Winter Driving Putting You Edge? Here Are Some Safety Tips

Being on the road when there’s ice or snow can rattle the best of us. In the moment, it can be hard to know what to do if you start to skid or feel like you are losing control. That’s why it’s best to be informed and prepared beforehand. We hope these tips make this winter a little safer for you. 
One easy way to remember how to stay safe is the acronym ADC
Stay ALERT. Slow DOWN.Stay in CONTROL. 

driving in the snow

Staying alert

  • Be mindful of road conditions. Remember, it takes longer to slow down on ice.
  • Increase your following distance by five to six seconds.  
  • Remember that salt and sand affect the road differently. Salt causes snow and ice to melt. Sand does not; it just helps with traction. 
  • Keep an eye out for accidents and other drivers. 
  • Look out for snowplows and sand trucks. Don’t try to pass them. 

Slowing down

  • Lower your speed due to lower traction on ice and snow. One expert recommends imagining that you are driving in slow motion. Another says to drive as if you are tiptoeing on ice.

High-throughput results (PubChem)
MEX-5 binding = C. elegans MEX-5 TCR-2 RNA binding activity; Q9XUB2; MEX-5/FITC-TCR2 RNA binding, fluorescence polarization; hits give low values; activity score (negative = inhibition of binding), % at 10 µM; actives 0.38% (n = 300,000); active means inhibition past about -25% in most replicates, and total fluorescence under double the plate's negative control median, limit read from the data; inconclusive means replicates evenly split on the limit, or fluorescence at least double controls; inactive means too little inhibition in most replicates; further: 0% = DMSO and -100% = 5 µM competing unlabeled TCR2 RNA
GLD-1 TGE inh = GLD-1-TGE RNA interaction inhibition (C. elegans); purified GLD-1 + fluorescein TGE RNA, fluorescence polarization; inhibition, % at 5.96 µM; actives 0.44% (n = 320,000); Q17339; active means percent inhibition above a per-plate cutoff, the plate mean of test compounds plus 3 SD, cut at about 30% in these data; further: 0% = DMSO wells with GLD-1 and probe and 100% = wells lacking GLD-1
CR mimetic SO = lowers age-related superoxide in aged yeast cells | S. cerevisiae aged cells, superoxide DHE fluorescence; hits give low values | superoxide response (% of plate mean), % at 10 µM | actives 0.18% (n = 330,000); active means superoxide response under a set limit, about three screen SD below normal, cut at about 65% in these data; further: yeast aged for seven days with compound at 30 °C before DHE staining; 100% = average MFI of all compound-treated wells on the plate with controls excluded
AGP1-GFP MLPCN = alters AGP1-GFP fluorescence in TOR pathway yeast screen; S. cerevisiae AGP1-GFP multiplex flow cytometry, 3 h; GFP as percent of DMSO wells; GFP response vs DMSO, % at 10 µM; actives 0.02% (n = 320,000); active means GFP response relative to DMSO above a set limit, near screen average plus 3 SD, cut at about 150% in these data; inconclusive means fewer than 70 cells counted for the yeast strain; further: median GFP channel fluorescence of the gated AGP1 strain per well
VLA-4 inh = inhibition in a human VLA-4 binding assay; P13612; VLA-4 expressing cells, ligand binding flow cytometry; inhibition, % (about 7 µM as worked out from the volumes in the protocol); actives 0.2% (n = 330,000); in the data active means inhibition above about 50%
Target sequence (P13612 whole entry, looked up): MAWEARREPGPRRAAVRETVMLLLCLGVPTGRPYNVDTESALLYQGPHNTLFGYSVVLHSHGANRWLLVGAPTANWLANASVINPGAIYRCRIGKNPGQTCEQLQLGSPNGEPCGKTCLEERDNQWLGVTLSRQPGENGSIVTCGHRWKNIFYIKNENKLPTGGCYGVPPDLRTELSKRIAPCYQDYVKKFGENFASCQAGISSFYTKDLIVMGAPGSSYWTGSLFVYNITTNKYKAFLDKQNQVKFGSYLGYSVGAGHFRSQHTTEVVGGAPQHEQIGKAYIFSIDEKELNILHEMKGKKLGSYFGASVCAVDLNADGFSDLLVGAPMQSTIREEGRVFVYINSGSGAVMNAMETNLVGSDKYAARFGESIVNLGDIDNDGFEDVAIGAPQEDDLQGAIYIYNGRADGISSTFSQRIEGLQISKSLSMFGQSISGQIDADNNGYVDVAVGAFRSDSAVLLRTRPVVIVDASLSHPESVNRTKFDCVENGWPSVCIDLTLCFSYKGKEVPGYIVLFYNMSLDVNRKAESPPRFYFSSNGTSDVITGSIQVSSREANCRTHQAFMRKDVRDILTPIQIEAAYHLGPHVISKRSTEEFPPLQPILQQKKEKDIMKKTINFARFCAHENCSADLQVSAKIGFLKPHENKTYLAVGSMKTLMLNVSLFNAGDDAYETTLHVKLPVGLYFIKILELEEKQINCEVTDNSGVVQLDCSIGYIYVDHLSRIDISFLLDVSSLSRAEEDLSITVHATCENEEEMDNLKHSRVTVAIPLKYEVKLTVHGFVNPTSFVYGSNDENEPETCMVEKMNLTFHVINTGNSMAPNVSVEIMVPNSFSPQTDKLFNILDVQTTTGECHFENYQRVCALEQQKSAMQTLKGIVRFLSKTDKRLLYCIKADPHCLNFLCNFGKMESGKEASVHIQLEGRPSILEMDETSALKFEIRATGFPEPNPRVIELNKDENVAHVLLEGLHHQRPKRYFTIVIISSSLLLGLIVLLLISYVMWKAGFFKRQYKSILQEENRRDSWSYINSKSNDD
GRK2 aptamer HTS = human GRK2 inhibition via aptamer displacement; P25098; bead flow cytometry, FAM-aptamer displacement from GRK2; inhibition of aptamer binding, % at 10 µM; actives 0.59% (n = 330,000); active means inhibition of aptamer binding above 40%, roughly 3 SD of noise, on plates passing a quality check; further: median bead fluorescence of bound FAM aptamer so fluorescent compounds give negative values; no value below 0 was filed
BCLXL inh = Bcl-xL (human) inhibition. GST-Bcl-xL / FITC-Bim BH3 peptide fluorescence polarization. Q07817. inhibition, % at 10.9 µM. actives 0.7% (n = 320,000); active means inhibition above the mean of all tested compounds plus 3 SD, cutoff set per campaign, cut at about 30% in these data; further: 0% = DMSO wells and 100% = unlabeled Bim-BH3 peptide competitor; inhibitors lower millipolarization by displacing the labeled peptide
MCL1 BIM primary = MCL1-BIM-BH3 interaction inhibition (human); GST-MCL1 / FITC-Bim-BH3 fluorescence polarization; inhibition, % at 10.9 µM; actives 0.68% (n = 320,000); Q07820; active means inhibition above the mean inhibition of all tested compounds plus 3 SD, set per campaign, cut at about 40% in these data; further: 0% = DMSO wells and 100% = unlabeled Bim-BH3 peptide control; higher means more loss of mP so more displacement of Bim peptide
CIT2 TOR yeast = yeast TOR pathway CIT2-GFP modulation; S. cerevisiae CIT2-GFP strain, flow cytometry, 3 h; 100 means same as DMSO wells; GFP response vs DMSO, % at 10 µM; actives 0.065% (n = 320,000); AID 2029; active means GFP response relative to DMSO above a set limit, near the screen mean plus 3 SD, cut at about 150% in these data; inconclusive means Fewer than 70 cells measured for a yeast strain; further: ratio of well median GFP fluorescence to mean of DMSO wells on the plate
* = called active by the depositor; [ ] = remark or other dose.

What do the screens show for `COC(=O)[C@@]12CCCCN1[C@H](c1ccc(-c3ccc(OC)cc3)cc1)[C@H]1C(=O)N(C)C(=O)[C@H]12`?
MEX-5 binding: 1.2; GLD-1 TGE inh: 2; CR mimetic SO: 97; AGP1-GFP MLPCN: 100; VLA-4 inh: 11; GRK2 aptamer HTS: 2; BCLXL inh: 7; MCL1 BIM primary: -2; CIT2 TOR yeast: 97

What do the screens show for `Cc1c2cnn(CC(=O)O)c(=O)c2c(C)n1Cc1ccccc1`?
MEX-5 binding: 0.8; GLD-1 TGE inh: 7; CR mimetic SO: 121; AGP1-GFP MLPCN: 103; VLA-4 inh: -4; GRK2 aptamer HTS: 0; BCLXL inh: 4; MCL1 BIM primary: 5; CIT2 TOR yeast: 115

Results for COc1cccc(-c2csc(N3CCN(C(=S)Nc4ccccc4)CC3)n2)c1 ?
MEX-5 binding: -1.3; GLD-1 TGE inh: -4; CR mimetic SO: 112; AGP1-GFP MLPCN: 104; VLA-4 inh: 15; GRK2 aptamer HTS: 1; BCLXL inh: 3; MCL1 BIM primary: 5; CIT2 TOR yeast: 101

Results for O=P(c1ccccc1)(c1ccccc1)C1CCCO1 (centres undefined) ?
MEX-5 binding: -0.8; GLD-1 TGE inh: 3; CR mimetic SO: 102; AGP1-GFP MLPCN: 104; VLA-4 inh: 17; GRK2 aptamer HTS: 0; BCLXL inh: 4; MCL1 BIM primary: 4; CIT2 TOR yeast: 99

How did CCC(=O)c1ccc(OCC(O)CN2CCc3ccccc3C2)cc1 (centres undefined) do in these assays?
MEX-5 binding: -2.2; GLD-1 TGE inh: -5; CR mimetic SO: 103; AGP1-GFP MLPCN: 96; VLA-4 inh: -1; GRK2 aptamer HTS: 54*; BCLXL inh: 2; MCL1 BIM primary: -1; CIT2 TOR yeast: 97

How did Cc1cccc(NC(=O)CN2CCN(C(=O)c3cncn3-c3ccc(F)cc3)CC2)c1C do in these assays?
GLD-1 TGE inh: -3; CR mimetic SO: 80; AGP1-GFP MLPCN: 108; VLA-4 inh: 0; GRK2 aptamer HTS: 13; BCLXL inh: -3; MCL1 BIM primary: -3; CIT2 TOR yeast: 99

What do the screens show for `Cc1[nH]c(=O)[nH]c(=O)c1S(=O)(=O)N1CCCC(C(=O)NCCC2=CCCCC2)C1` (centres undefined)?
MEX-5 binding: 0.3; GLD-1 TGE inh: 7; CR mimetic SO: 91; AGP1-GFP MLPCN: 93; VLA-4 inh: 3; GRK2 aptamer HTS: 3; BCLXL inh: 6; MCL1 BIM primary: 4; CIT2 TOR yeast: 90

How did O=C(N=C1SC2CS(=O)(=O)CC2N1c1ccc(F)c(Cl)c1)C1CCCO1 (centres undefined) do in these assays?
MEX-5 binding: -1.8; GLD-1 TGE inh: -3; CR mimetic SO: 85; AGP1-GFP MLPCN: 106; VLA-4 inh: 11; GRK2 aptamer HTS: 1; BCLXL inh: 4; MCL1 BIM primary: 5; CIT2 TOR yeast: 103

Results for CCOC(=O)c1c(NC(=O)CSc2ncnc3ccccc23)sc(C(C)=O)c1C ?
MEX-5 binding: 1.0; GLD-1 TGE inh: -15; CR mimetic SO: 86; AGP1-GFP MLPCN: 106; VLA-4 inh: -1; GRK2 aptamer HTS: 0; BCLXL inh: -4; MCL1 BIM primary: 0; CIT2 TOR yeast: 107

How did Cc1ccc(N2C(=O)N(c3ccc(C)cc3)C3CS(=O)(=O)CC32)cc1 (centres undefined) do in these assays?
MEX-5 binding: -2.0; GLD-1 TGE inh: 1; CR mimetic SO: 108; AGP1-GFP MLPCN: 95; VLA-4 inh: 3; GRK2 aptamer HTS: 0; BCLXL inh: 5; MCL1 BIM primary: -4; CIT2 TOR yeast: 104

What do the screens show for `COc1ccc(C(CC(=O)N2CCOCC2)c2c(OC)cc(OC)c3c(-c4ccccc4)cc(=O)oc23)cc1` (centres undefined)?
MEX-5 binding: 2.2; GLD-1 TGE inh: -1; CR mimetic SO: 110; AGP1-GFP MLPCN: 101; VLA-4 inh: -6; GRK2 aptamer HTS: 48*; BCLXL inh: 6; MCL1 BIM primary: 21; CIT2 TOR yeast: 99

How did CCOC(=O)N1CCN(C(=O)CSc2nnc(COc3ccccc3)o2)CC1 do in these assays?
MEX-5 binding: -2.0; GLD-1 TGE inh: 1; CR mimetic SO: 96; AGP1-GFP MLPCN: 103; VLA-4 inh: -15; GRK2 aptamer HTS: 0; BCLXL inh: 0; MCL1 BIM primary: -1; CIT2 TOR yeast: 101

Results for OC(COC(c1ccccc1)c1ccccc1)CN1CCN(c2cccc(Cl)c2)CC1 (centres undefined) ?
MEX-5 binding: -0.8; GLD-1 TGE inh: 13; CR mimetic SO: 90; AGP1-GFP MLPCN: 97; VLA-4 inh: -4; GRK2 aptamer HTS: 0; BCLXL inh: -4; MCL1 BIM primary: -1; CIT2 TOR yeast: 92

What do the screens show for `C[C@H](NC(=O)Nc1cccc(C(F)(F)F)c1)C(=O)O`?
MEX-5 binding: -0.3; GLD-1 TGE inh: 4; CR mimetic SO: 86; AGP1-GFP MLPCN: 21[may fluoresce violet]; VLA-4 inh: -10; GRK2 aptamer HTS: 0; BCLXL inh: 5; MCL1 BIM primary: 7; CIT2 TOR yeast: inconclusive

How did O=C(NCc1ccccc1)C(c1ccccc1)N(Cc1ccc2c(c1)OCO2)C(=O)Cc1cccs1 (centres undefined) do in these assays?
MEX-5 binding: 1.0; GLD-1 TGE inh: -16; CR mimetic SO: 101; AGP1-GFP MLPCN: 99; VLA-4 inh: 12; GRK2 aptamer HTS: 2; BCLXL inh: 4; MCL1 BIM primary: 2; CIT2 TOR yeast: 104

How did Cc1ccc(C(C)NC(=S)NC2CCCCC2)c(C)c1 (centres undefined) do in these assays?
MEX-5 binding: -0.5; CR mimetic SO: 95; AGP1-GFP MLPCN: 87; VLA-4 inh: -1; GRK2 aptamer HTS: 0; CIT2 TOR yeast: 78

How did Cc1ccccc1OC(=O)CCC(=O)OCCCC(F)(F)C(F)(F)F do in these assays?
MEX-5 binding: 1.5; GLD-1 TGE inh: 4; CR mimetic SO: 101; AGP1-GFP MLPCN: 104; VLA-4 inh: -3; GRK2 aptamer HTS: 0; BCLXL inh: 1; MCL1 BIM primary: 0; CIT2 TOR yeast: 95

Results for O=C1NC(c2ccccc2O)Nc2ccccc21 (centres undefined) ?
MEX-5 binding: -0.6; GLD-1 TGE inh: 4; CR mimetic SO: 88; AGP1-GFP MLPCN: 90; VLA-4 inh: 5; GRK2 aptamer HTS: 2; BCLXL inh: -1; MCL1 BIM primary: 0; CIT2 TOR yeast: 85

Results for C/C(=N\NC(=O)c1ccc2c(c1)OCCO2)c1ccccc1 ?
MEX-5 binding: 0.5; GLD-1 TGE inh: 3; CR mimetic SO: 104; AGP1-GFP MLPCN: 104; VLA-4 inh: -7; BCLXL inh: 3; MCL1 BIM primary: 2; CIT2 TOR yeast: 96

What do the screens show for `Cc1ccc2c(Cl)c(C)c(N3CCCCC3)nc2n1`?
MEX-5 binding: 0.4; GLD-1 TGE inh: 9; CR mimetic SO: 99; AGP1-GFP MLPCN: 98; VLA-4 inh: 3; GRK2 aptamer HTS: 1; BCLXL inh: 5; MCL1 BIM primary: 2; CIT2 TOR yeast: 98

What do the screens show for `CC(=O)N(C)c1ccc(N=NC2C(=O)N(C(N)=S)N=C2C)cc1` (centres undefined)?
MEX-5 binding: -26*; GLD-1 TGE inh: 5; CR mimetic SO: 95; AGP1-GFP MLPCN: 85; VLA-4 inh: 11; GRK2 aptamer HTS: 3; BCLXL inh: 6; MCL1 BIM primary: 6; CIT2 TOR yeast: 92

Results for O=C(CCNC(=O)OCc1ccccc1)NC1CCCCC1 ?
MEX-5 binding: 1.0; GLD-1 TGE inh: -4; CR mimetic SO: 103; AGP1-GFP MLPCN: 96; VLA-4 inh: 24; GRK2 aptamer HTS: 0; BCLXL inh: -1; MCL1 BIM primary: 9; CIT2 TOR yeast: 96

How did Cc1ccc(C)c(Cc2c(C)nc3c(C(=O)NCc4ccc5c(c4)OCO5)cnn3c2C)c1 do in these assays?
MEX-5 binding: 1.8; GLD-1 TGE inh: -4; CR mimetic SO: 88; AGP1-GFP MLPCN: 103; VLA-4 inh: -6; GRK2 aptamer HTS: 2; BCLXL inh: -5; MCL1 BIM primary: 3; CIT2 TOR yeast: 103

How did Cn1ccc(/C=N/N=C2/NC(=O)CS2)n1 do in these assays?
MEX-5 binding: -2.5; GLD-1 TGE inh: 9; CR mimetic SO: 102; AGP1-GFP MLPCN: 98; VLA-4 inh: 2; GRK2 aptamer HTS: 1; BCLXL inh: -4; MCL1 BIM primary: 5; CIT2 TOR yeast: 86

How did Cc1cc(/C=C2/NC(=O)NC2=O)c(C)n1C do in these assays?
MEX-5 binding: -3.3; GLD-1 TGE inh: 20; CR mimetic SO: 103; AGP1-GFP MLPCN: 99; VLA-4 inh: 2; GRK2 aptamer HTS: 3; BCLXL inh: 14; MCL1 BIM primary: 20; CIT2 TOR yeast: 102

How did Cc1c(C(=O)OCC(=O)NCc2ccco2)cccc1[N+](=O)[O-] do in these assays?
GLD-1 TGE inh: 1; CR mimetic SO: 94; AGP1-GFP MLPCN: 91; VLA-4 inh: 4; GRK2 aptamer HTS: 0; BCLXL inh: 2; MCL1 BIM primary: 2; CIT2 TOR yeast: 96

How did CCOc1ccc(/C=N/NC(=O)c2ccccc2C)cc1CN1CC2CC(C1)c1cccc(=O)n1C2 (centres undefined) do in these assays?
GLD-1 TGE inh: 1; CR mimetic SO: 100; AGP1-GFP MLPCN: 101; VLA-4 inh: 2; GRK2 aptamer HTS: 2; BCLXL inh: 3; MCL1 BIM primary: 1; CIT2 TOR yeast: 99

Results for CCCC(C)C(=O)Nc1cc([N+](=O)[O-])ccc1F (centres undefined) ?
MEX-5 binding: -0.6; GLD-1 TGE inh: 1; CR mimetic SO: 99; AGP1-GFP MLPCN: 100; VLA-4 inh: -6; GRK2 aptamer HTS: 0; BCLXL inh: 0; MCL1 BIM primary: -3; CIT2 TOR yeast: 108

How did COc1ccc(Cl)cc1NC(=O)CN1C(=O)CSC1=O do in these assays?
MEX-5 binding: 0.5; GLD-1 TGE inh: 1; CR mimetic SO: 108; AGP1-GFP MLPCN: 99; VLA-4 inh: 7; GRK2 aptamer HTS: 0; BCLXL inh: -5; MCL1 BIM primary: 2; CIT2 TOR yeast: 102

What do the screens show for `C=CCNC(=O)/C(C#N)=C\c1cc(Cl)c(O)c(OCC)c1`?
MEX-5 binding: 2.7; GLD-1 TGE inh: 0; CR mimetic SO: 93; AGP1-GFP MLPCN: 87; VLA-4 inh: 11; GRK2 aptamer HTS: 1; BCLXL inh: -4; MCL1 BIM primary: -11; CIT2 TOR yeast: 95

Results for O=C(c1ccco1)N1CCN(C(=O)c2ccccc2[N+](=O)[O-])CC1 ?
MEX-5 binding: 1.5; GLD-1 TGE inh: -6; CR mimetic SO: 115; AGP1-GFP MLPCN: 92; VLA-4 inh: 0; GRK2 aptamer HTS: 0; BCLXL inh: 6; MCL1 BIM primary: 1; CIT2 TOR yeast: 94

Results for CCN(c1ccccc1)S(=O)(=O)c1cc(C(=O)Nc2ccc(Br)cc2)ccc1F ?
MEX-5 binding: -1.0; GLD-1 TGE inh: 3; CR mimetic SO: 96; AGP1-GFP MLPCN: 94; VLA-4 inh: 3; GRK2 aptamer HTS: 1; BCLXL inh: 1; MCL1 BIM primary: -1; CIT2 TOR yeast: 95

• If you are going faster than you should and want to slow down, decelerate slowly. 
  • When you brake, do so by slowly applying pressure from the ball of your foot. 

Staying in control

  • Avoid sudden stops. 
  • Don’t slam on the brakes. 
  • If you start to slip or skid, slowly turn the steering wheel in your desired direction.   
  • Don’t hit the brakes. 

Before you go…

  • Have a mechanic check your battery, ignition system, belts and hoses, radiator, oil, breaks, and exhaust system.  
  • Check your tires, fuel tank, windshield wipers, and heater and defroster system.  
  • Prepare an emergency kit with food, water, warm clothing, a flashlight, blankets, shovel, ice scraper, batteries, and first aid.
  • Check road conditions. If you can find an empty parking lot nearby check the surface conditions. Find your comfort level with speed and braking before you get out on the road. 
  • Don’t go if the forecast calls for bad weather!

Sources: SafeMotorist.comAAACar and Driver, and Thrillist.